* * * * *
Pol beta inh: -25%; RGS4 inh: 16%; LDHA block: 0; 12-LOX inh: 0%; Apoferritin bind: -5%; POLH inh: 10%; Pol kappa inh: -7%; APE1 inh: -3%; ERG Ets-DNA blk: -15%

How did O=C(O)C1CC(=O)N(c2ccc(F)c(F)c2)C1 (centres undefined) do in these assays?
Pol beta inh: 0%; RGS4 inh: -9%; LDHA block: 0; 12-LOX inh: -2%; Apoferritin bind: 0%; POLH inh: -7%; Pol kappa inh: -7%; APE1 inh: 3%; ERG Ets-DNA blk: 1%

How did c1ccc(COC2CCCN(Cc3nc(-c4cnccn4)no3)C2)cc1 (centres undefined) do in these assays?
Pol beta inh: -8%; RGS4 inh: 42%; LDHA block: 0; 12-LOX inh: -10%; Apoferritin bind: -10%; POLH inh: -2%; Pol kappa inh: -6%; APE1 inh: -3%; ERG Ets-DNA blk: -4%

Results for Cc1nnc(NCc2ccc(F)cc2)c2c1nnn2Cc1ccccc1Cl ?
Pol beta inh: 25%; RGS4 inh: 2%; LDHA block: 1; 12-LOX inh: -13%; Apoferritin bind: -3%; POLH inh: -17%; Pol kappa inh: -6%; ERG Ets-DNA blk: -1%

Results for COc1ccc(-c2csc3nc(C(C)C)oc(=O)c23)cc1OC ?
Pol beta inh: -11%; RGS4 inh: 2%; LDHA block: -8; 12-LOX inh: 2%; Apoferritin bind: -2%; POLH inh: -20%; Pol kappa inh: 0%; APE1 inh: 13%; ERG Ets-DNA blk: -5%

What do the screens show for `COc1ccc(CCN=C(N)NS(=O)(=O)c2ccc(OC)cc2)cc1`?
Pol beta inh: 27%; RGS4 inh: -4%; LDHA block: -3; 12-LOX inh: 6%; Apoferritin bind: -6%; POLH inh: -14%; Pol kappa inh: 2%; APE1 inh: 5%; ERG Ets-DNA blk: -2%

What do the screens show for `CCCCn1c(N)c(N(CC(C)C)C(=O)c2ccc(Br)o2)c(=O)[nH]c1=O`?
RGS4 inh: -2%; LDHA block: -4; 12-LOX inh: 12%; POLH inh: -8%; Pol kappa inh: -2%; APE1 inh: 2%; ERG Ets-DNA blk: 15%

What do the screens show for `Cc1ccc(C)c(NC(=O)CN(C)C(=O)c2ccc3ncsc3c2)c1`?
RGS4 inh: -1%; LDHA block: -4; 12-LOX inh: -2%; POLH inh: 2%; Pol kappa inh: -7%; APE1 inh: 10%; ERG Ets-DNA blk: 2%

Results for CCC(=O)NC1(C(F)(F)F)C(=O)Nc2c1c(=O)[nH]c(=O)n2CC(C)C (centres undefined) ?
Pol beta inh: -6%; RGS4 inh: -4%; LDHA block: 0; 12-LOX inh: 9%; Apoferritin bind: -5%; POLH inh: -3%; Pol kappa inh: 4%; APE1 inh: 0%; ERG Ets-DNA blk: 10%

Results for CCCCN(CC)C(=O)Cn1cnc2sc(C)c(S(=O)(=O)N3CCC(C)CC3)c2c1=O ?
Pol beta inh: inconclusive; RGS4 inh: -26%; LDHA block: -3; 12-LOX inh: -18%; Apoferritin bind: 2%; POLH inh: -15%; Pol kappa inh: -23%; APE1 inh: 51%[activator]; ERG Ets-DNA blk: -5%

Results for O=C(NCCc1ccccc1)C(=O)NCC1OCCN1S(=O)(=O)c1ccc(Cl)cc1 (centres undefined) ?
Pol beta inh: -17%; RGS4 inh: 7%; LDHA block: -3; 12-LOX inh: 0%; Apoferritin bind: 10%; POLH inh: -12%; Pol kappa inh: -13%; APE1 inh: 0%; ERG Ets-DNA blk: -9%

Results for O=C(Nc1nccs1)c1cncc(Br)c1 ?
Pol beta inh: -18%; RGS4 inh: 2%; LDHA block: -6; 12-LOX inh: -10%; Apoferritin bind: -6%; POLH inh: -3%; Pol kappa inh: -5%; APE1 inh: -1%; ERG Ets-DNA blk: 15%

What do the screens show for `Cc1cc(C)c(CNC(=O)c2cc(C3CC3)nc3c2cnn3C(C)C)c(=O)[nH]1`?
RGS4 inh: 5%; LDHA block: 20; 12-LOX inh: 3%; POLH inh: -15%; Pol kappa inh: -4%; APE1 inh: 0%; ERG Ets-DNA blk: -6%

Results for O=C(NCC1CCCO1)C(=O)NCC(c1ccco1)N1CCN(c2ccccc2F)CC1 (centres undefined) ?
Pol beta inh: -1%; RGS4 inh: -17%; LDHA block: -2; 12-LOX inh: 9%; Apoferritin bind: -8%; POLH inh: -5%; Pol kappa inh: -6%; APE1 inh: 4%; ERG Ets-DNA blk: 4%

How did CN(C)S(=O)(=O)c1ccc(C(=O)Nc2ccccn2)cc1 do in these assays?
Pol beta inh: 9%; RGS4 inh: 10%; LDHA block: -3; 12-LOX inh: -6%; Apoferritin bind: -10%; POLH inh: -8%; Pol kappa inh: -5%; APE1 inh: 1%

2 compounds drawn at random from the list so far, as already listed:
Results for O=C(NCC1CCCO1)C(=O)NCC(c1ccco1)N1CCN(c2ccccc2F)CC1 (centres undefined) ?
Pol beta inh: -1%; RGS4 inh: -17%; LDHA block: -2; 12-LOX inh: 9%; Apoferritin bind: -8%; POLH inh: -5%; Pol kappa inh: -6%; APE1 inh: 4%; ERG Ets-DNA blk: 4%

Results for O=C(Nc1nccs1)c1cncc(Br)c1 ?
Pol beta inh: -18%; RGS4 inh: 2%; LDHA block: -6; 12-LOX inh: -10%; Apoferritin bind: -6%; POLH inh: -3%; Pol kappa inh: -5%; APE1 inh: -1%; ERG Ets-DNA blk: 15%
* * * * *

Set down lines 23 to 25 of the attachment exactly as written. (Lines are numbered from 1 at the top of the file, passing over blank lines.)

Pol beta inh: -18%; RGS4 inh: 2%; LDHA block: -6; 12-LOX inh: -10%; Apoferritin bind: -6%; POLH inh: -3%; Pol kappa inh: -5%; APE1 inh: -1%; ERG Ets-DNA blk: 15%

What do the screens show for `Cc1cc(C)c(CNC(=O)c2cc(C3CC3)nc3c2cnn3C(C)C)c(=O)[nH]1`?
RGS4 inh: 5%; LDHA block: 20; 12-LOX inh: 3%; POLH inh: -15%; Pol kappa inh: -4%; APE1 inh: 0%; ERG Ets-DNA blk: -6%